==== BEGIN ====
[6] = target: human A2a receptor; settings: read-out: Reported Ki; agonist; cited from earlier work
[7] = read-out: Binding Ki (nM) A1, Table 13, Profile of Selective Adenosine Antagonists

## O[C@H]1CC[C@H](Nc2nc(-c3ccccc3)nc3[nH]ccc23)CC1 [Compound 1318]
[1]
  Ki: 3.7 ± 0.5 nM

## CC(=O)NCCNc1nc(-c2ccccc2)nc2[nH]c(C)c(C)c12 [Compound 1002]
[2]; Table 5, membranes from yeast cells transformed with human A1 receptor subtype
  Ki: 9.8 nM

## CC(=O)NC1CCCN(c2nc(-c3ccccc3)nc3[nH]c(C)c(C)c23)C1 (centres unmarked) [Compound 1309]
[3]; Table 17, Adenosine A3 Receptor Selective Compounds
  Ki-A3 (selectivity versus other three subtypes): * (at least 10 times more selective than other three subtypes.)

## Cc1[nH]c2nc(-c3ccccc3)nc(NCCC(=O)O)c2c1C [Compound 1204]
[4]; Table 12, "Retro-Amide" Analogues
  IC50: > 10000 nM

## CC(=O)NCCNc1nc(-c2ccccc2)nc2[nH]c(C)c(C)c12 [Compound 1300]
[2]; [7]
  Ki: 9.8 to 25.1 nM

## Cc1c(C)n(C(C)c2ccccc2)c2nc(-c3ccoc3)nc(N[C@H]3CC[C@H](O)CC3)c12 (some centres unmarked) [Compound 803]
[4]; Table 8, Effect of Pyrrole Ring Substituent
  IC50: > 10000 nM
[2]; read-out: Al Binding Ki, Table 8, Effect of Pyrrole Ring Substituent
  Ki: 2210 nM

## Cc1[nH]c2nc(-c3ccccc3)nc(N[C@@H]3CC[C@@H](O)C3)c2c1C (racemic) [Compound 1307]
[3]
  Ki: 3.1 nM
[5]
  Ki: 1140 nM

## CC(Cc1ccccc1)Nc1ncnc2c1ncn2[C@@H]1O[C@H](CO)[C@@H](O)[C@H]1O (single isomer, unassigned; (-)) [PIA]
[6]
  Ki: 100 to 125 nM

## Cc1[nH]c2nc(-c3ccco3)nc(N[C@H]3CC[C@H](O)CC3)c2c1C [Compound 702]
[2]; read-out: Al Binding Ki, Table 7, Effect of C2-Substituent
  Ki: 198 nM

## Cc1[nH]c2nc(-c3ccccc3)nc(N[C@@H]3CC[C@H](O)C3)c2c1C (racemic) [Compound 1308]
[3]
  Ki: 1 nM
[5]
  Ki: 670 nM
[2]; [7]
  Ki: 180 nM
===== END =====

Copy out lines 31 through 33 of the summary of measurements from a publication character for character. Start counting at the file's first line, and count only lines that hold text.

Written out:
## Cc1[nH]c2nc(-c3ccco3)nc(N[C@H]3CC[C@H](O)CC3)c2c1C [Compound 702]
[2]; read-out: Al Binding Ki, Table 7, Effect of C2-Substituent
  Ki: 198 nM